Raccoon Damage Identification

Identification | Biology | Damage ID | Management | Resources

Damage to Structures

Raccoons cause damage or nuisance problems around houses and outbuildings when they seek to gain entrance to attics or chimneys, or when they raid garbage in search of food. In many urban and suburban areas, raccoons learn that uncapped chimneys make adequate substitutes for more traditional hollow trees for denning sites, particularly in spring. In extreme cases, raccoons may tear off shingles or fascia boards to gain access to an attic or wall space. Raccoons only need a 4-inch gap to enter a space (Figure 5b). 

Damage to Livestock and Pets

Raccoons occasionally kill poultry and leave distinctive signs. The heads of adult birds usually are bitten off and left some distance from the body. The crop and breast may be torn and chewed, the entrails sometimes eaten and bits of flesh left near water. Young poultry in pens or cages may be killed or injured by raccoons reaching through the wire and attempting to pull the birds back through the mesh. Legs or feet of the young birds may be missing. Eggs may be removed completely from nests or eaten on the spot with only the shell remaining. The lines of fracture normally will be along the long axis of the egg and the nest materials often are disturbed. Raccoons can destroy bird nests in artificial nesting structures such as bluebird and wood duck nest boxes. 

Damage to Landscapes

Raccoons can cause considerable damage to garden or truck crops, particularly sweet corn. Damage to sweet corn by raccoons is characterized by many partially eaten ears with the husks pulled back. Stalks also may be broken as raccoons climb to get access to the ears. Raccoons damage watermelons by digging a small hole in the melon and raking out the contents with a front paw.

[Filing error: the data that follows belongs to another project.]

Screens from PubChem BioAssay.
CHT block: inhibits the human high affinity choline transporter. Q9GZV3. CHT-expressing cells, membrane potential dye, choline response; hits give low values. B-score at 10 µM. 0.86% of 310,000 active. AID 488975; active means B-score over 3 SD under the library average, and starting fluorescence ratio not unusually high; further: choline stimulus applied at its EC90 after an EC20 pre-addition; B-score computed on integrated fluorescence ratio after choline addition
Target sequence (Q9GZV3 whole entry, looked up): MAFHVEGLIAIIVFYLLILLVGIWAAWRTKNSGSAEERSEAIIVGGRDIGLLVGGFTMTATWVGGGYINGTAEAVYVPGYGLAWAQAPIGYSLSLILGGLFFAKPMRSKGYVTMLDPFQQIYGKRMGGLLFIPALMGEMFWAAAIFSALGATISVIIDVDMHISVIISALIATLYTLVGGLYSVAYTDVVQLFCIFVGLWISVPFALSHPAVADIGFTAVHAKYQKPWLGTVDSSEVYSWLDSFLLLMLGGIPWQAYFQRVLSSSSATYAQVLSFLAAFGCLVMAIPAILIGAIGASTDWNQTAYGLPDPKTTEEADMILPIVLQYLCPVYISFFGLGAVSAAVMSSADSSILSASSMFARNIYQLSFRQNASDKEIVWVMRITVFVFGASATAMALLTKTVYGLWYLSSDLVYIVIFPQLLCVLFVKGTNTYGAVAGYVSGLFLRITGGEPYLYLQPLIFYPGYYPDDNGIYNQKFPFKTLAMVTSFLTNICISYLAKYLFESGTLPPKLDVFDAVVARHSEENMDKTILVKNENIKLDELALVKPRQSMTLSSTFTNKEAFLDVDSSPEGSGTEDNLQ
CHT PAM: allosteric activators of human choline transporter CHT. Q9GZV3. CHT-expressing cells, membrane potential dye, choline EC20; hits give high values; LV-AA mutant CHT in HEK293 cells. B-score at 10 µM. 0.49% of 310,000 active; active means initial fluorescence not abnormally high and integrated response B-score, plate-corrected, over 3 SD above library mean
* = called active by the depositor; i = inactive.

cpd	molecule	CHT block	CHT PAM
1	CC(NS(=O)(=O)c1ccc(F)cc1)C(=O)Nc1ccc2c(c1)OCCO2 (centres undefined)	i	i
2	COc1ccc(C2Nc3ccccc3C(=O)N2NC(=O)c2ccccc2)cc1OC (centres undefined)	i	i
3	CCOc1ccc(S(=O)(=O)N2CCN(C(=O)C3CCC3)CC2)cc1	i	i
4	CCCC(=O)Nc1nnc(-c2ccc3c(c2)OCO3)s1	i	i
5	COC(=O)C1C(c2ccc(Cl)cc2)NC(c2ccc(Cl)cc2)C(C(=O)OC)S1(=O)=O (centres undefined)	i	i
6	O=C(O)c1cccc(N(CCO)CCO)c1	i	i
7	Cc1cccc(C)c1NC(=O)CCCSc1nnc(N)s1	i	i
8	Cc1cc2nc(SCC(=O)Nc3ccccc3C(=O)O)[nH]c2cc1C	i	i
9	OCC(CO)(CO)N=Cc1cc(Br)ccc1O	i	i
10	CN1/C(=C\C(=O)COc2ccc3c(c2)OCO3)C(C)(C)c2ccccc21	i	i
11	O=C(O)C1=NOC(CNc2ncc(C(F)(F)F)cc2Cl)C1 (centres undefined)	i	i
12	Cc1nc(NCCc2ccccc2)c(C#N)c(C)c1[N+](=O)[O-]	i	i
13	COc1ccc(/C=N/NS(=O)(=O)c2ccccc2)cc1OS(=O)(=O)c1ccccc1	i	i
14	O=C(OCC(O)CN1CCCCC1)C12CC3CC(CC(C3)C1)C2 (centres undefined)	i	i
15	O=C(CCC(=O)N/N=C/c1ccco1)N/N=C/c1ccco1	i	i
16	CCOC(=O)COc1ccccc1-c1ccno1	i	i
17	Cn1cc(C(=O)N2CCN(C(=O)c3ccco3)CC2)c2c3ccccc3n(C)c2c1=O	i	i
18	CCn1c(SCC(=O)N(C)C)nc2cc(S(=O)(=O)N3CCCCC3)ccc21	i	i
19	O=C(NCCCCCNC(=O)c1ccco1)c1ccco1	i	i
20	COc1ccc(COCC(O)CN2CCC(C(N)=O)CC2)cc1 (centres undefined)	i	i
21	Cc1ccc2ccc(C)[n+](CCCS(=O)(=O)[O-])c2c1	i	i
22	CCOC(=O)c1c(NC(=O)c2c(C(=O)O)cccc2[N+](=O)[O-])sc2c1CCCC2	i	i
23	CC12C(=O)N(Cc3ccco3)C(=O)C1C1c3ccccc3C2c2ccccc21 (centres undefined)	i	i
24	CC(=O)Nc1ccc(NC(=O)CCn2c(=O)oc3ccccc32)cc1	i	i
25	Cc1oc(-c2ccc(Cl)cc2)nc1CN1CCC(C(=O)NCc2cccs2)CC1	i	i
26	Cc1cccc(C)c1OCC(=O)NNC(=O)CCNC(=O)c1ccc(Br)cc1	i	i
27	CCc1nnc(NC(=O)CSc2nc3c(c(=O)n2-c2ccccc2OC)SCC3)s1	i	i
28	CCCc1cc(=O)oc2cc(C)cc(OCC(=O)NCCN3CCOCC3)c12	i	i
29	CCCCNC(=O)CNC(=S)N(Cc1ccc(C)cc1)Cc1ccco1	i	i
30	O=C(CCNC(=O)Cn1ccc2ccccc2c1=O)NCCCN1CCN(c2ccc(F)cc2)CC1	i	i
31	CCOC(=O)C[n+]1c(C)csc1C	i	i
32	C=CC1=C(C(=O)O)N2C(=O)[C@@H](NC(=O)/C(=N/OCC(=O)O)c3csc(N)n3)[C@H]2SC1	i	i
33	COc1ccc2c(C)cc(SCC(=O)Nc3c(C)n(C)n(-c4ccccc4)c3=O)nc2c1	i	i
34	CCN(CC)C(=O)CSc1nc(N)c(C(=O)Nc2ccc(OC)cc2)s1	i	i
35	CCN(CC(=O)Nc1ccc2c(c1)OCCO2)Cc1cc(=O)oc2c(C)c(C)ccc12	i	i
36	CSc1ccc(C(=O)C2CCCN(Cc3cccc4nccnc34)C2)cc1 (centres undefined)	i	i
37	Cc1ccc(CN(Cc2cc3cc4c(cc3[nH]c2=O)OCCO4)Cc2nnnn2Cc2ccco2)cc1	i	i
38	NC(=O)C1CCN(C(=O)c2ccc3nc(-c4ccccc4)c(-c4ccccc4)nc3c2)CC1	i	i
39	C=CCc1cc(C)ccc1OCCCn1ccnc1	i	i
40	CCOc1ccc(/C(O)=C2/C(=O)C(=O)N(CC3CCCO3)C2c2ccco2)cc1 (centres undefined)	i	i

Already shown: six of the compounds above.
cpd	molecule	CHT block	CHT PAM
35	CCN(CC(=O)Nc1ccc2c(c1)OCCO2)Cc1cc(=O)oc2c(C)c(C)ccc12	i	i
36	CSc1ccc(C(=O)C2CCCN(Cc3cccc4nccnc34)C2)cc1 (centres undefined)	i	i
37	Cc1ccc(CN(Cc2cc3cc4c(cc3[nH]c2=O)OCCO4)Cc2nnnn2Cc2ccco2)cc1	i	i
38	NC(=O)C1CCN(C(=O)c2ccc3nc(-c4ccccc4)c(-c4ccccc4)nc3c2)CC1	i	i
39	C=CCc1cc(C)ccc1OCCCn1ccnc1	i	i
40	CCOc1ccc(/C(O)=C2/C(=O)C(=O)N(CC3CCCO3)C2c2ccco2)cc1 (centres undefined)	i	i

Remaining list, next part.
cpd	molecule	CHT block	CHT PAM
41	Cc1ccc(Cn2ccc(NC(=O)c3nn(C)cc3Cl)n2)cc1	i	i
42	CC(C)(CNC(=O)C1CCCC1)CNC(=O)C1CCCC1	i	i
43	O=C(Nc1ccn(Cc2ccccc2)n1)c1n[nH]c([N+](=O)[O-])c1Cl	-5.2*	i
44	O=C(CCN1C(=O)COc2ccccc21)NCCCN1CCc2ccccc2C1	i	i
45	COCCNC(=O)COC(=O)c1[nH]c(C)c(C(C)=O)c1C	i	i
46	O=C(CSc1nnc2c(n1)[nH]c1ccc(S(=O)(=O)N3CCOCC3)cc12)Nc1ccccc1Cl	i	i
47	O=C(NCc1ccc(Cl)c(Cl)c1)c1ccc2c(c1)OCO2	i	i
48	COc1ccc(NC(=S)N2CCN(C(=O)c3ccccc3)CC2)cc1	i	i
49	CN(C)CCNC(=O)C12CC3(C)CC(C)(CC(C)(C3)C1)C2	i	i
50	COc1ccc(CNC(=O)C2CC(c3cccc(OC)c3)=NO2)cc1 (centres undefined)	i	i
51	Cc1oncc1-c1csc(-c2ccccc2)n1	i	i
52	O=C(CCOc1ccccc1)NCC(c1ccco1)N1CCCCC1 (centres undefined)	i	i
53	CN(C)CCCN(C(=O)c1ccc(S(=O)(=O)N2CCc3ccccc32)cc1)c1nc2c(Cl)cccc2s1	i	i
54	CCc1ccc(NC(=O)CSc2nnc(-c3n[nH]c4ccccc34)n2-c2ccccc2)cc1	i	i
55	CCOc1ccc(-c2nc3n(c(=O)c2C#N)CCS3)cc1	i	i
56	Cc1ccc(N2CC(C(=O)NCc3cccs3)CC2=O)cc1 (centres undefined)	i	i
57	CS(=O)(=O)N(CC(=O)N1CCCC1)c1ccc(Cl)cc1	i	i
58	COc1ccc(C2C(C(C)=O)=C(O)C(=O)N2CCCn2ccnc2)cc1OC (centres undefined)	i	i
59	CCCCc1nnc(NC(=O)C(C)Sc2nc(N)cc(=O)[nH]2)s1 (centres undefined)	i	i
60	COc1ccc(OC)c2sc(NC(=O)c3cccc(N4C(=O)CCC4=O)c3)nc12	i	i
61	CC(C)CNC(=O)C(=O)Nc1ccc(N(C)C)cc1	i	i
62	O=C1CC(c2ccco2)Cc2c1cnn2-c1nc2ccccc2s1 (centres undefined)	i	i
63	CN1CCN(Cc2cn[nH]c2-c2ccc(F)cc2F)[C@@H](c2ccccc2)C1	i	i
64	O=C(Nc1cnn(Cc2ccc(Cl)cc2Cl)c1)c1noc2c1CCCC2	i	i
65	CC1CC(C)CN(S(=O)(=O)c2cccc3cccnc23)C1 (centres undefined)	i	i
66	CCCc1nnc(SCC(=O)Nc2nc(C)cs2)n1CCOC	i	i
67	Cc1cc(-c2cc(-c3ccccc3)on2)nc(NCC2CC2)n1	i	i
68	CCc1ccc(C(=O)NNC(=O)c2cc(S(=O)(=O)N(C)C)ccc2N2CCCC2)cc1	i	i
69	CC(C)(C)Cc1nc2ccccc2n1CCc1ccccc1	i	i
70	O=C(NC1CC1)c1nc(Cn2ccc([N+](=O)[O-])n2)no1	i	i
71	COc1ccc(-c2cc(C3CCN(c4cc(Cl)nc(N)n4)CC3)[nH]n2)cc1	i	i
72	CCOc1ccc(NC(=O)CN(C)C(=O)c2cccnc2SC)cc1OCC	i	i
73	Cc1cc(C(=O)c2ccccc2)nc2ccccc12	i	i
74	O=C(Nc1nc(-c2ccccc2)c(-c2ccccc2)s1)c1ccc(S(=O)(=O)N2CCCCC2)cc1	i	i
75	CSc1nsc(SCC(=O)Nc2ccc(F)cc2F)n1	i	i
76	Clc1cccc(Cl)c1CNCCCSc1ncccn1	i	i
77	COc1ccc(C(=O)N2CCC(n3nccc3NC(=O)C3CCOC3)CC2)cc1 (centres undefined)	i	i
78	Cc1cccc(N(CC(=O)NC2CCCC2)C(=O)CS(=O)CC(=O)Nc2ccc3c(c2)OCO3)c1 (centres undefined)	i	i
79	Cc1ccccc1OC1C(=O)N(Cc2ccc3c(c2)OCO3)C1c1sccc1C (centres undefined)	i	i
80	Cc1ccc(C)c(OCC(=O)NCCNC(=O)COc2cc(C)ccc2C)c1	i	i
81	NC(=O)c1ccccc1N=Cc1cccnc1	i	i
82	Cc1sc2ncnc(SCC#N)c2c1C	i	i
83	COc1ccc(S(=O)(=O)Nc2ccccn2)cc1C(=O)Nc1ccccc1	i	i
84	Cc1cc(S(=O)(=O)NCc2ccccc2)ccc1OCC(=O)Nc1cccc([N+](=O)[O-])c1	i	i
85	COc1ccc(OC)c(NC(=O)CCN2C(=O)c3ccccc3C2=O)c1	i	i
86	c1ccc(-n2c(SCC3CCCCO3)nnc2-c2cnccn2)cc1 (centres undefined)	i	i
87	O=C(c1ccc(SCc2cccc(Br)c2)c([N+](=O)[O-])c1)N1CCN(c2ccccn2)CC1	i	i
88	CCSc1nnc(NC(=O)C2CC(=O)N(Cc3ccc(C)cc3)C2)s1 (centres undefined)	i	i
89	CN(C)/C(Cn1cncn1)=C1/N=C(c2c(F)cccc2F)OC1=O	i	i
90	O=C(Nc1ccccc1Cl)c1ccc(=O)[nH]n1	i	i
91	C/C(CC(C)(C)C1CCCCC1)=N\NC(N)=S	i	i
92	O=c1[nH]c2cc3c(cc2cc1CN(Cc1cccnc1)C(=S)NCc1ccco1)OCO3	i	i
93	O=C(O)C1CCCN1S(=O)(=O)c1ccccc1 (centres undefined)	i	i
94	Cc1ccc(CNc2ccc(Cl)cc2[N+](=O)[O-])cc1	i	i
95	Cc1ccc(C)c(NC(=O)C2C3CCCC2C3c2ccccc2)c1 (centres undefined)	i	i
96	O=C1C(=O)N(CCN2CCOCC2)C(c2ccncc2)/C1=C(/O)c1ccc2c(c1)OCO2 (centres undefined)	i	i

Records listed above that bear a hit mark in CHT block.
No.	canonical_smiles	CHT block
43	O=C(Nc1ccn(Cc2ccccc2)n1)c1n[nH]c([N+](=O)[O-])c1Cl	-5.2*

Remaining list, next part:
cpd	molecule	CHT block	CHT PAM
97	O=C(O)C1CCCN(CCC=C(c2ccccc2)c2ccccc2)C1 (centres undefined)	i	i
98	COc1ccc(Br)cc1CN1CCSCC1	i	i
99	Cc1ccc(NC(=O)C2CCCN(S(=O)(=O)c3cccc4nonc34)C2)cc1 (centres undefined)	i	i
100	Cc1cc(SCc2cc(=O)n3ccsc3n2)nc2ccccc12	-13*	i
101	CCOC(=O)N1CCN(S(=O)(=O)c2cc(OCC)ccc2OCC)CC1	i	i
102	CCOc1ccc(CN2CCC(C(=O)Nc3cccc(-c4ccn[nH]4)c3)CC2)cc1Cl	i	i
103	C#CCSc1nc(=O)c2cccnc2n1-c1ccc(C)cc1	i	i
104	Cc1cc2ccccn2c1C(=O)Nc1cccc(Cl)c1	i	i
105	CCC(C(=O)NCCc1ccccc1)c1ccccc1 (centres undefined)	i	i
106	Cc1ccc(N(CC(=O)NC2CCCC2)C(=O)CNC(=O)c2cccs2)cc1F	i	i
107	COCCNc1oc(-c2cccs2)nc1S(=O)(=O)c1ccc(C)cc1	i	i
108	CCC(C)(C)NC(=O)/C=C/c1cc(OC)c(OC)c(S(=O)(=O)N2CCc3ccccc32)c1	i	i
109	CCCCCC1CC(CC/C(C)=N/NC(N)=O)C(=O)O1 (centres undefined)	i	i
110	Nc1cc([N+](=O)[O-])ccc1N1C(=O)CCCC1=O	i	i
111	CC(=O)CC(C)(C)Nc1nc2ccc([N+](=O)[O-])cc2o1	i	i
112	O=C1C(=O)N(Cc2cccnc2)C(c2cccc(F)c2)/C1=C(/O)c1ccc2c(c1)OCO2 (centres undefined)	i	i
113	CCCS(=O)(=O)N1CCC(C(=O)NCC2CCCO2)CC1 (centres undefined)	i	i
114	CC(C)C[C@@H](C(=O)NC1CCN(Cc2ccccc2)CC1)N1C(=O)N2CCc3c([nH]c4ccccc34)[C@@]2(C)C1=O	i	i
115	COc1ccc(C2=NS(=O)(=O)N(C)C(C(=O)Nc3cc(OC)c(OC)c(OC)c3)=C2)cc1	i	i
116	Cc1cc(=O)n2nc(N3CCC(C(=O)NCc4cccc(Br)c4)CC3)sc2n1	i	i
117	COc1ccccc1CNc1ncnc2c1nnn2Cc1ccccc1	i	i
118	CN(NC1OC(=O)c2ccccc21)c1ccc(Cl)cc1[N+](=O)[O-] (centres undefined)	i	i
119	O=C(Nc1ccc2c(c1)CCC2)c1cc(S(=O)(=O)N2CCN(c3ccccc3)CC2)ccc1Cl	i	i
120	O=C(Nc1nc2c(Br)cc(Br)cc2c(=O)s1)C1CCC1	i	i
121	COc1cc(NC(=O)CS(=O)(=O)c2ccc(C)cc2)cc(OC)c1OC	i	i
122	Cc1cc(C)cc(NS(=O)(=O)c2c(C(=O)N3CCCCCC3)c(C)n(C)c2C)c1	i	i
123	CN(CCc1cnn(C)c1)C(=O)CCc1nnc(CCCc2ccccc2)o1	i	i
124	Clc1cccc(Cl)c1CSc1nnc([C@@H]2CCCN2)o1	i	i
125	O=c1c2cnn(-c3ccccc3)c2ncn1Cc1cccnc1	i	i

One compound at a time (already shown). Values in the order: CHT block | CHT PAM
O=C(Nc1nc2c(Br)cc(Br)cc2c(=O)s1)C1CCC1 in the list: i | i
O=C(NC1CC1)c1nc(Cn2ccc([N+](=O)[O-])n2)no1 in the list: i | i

Raccoons also roll up freshly laid sod in search of earthworms and grubs. They may return repeatedly and roll up extensive areas of sod on successive nights. This behavior is common particularly in mid- to late summer as young raccoons are learning to forage and during periods of dry weather when other food sources are less available.  

Health and Safety Concerns

Raccoons are associated with rabies and raccoon roundworm. The incidence of reported cases of rabies in raccoons and other wildlife has increased dramatically over the past 30 years. This increase has been led to more testing, greater awareness, and higher numbers of raccoons. Raccoons recently have been identified as a major host of rabies in the US, primarily due to increased prevalence in the eastern US. 

Raccoon roundworm (Baylisasacris procyonis) can cause blindness, brain damage, and death. Raccoons are not the only carrier of this disease, but they are the definitive host. Avoid disturbing feces and items contaminated with feces. Consult Module 3, Wildlife Diseases, to learn more about this infection and how to prevent it in humans.